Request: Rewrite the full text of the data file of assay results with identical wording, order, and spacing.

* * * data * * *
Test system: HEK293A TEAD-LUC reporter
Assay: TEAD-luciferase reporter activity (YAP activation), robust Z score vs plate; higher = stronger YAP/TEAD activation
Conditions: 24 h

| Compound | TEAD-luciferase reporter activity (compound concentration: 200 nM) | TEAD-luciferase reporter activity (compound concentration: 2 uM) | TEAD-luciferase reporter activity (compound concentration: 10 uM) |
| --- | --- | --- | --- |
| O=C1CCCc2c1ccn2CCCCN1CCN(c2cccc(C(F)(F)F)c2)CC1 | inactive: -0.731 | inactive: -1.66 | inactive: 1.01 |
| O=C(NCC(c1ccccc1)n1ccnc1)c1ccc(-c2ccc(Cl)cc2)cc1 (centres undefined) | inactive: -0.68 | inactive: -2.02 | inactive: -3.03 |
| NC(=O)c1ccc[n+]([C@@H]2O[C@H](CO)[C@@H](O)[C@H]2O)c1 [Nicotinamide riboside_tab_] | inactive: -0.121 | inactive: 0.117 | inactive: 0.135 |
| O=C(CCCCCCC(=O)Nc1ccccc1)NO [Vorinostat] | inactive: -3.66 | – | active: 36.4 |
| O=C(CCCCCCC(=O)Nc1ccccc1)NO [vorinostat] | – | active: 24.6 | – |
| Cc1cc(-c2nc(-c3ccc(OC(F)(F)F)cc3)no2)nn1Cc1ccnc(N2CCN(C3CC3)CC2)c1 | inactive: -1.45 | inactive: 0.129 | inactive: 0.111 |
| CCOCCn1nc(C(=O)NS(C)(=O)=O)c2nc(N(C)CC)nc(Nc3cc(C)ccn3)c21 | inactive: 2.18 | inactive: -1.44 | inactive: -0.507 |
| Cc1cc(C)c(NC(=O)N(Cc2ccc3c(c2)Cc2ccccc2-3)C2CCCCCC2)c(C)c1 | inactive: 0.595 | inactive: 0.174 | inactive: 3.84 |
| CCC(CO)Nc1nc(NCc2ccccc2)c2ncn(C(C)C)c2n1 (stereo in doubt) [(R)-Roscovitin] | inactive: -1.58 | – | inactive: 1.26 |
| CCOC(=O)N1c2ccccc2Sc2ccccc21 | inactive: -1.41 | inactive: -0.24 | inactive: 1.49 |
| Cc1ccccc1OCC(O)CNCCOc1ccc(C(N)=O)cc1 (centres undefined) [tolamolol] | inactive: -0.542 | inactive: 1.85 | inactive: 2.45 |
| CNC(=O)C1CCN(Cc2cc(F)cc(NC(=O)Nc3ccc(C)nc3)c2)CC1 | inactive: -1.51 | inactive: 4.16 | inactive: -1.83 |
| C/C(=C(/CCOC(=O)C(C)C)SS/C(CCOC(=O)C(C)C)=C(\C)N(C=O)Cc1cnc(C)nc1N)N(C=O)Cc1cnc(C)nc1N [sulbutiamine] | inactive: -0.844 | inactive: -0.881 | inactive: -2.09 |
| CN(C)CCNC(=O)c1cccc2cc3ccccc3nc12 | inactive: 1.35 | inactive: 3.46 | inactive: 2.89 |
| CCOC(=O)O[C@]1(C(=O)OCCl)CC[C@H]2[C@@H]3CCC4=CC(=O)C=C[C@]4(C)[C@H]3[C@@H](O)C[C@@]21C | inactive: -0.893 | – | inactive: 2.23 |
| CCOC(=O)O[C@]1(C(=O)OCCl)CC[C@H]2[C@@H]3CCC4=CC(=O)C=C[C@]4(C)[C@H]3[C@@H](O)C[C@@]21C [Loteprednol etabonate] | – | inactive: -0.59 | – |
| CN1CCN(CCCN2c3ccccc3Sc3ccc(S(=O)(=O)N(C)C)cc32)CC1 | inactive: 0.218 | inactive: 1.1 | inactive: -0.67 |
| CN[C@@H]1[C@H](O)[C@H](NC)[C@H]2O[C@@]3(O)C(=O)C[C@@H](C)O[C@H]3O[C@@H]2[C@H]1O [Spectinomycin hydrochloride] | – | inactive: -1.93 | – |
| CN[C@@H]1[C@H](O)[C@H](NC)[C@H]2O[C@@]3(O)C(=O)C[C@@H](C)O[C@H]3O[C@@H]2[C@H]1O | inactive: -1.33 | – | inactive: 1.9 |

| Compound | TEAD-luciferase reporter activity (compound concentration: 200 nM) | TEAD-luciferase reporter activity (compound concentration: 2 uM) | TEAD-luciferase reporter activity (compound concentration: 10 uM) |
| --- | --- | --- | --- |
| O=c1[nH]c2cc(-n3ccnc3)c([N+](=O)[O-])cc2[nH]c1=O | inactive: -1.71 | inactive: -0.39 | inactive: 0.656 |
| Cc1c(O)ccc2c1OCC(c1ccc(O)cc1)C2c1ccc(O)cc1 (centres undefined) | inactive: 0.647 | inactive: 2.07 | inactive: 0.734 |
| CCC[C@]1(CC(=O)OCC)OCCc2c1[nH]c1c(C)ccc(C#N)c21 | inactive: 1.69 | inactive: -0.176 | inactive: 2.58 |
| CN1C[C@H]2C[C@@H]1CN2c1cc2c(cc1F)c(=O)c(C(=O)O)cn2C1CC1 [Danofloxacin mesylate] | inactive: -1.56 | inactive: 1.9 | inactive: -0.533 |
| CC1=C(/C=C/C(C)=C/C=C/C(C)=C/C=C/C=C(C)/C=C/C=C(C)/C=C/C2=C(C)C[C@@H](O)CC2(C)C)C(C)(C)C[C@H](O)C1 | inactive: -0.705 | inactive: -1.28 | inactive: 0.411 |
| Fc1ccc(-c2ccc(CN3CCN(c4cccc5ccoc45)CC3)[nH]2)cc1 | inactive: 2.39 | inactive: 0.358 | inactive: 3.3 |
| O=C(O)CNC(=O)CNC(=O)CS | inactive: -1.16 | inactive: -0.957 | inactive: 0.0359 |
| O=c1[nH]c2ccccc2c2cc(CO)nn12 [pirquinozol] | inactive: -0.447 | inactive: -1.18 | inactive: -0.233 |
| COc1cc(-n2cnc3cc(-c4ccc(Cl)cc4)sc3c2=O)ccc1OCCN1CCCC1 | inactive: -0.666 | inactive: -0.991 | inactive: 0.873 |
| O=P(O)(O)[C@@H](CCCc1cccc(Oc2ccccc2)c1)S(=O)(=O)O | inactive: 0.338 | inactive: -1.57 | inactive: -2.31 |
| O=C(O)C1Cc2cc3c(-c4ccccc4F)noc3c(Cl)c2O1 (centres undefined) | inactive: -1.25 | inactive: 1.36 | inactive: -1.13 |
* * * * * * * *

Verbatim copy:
Test system: HEK293A TEAD-LUC reporter
Assay: TEAD-luciferase reporter activity (YAP activation), robust Z score vs plate; higher = stronger YAP/TEAD activation
Conditions: 24 h

| Compound | TEAD-luciferase reporter activity (compound concentration: 200 nM) | TEAD-luciferase reporter activity (compound concentration: 2 uM) | TEAD-luciferase reporter activity (compound concentration: 10 uM) |
| --- | --- | --- | --- |
| O=C1CCCc2c1ccn2CCCCN1CCN(c2cccc(C(F)(F)F)c2)CC1 | inactive: -0.731 | inactive: -1.66 | inactive: 1.01 |
| O=C(NCC(c1ccccc1)n1ccnc1)c1ccc(-c2ccc(Cl)cc2)cc1 (centres undefined) | inactive: -0.68 | inactive: -2.02 | inactive: -3.03 |
| NC(=O)c1ccc[n+]([C@@H]2O[C@H](CO)[C@@H](O)[C@H]2O)c1 [Nicotinamide riboside_tab_] | inactive: -0.121 | inactive: 0.117 | inactive: 0.135 |
| O=C(CCCCCCC(=O)Nc1ccccc1)NO [Vorinostat] | inactive: -3.66 | – | active: 36.4 |
| O=C(CCCCCCC(=O)Nc1ccccc1)NO [vorinostat] | – | active: 24.6 | – |
| Cc1cc(-c2nc(-c3ccc(OC(F)(F)F)cc3)no2)nn1Cc1ccnc(N2CCN(C3CC3)CC2)c1 | inactive: -1.45 | inactive: 0.129 | inactive: 0.111 |
| CCOCCn1nc(C(=O)NS(C)(=O)=O)c2nc(N(C)CC)nc(Nc3cc(C)ccn3)c21 | inactive: 2.18 | inactive: -1.44 | inactive: -0.507 |
| Cc1cc(C)c(NC(=O)N(Cc2ccc3c(c2)Cc2ccccc2-3)C2CCCCCC2)c(C)c1 | inactive: 0.595 | inactive: 0.174 | inactive: 3.84 |
| CCC(CO)Nc1nc(NCc2ccccc2)c2ncn(C(C)C)c2n1 (stereo in doubt) [(R)-Roscovitin] | inactive: -1.58 | – | inactive: 1.26 |
| CCOC(=O)N1c2ccccc2Sc2ccccc21 | inactive: -1.41 | inactive: -0.24 | inactive: 1.49 |
| Cc1ccccc1OCC(O)CNCCOc1ccc(C(N)=O)cc1 (centres undefined) [tolamolol] | inactive: -0.542 | inactive: 1.85 | inactive: 2.45 |
| CNC(=O)C1CCN(Cc2cc(F)cc(NC(=O)Nc3ccc(C)nc3)c2)CC1 | inactive: -1.51 | inactive: 4.16 | inactive: -1.83 |
| C/C(=C(/CCOC(=O)C(C)C)SS/C(CCOC(=O)C(C)C)=C(\C)N(C=O)Cc1cnc(C)nc1N)N(C=O)Cc1cnc(C)nc1N [sulbutiamine] | inactive: -0.844 | inactive: -0.881 | inactive: -2.09 |
| CN(C)CCNC(=O)c1cccc2cc3ccccc3nc12 | inactive: 1.35 | inactive: 3.46 | inactive: 2.89 |
| CCOC(=O)O[C@]1(C(=O)OCCl)CC[C@H]2[C@@H]3CCC4=CC(=O)C=C[C@]4(C)[C@H]3[C@@H](O)C[C@@]21C | inactive: -0.893 | – | inactive: 2.23 |
| CCOC(=O)O[C@]1(C(=O)OCCl)CC[C@H]2[C@@H]3CCC4=CC(=O)C=C[C@]4(C)[C@H]3[C@@H](O)C[C@@]21C [Loteprednol etabonate] | – | inactive: -0.59 | – |
| CN1CCN(CCCN2c3ccccc3Sc3ccc(S(=O)(=O)N(C)C)cc32)CC1 | inactive: 0.218 | inactive: 1.1 | inactive: -0.67 |
| CN[C@@H]1[C@H](O)[C@H](NC)[C@H]2O[C@@]3(O)C(=O)C[C@@H](C)O[C@H]3O[C@@H]2[C@H]1O [Spectinomycin hydrochloride] | – | inactive: -1.93 | – |
| CN[C@@H]1[C@H](O)[C@H](NC)[C@H]2O[C@@]3(O)C(=O)C[C@@H](C)O[C@H]3O[C@@H]2[C@H]1O | inactive: -1.33 | – | inactive: 1.9 |

| Compound | TEAD-luciferase reporter activity (compound concentration: 200 nM) | TEAD-luciferase reporter activity (compound concentration: 2 uM) | TEAD-luciferase reporter activity (compound concentration: 10 uM) |
| --- | --- | --- | --- |
| O=c1[nH]c2cc(-n3ccnc3)c([N+](=O)[O-])cc2[nH]c1=O | inactive: -1.71 | inactive: -0.39 | inactive: 0.656 |
| Cc1c(O)ccc2c1OCC(c1ccc(O)cc1)C2c1ccc(O)cc1 (centres undefined) | inactive: 0.647 | inactive: 2.07 | inactive: 0.734 |
| CCC[C@]1(CC(=O)OCC)OCCc2c1[nH]c1c(C)ccc(C#N)c21 | inactive: 1.69 | inactive: -0.176 | inactive: 2.58 |
| CN1C[C@H]2C[C@@H]1CN2c1cc2c(cc1F)c(=O)c(C(=O)O)cn2C1CC1 [Danofloxacin mesylate] | inactive: -1.56 | inactive: 1.9 | inactive: -0.533 |
| CC1=C(/C=C/C(C)=C/C=C/C(C)=C/C=C/C=C(C)/C=C/C=C(C)/C=C/C2=C(C)C[C@@H](O)CC2(C)C)C(C)(C)C[C@H](O)C1 | inactive: -0.705 | inactive: -1.28 | inactive: 0.411 |
| Fc1ccc(-c2ccc(CN3CCN(c4cccc5ccoc45)CC3)[nH]2)cc1 | inactive: 2.39 | inactive: 0.358 | inactive: 3.3 |
| O=C(O)CNC(=O)CNC(=O)CS | inactive: -1.16 | inactive: -0.957 | inactive: 0.0359 |
| O=c1[nH]c2ccccc2c2cc(CO)nn12 [pirquinozol] | inactive: -0.447 | inactive: -1.18 | inactive: -0.233 |
| COc1cc(-n2cnc3cc(-c4ccc(Cl)cc4)sc3c2=O)ccc1OCCN1CCCC1 | inactive: -0.666 | inactive: -0.991 | inactive: 0.873 |
| O=P(O)(O)[C@@H](CCCc1cccc(Oc2ccccc2)c1)S(=O)(=O)O | inactive: 0.338 | inactive: -1.57 | inactive: -2.31 |
| O=C(O)C1Cc2cc3c(-c4ccccc4F)noc3c(Cl)c2O1 (centres undefined) | inactive: -1.25 | inactive: 1.36 | inactive: -1.13 |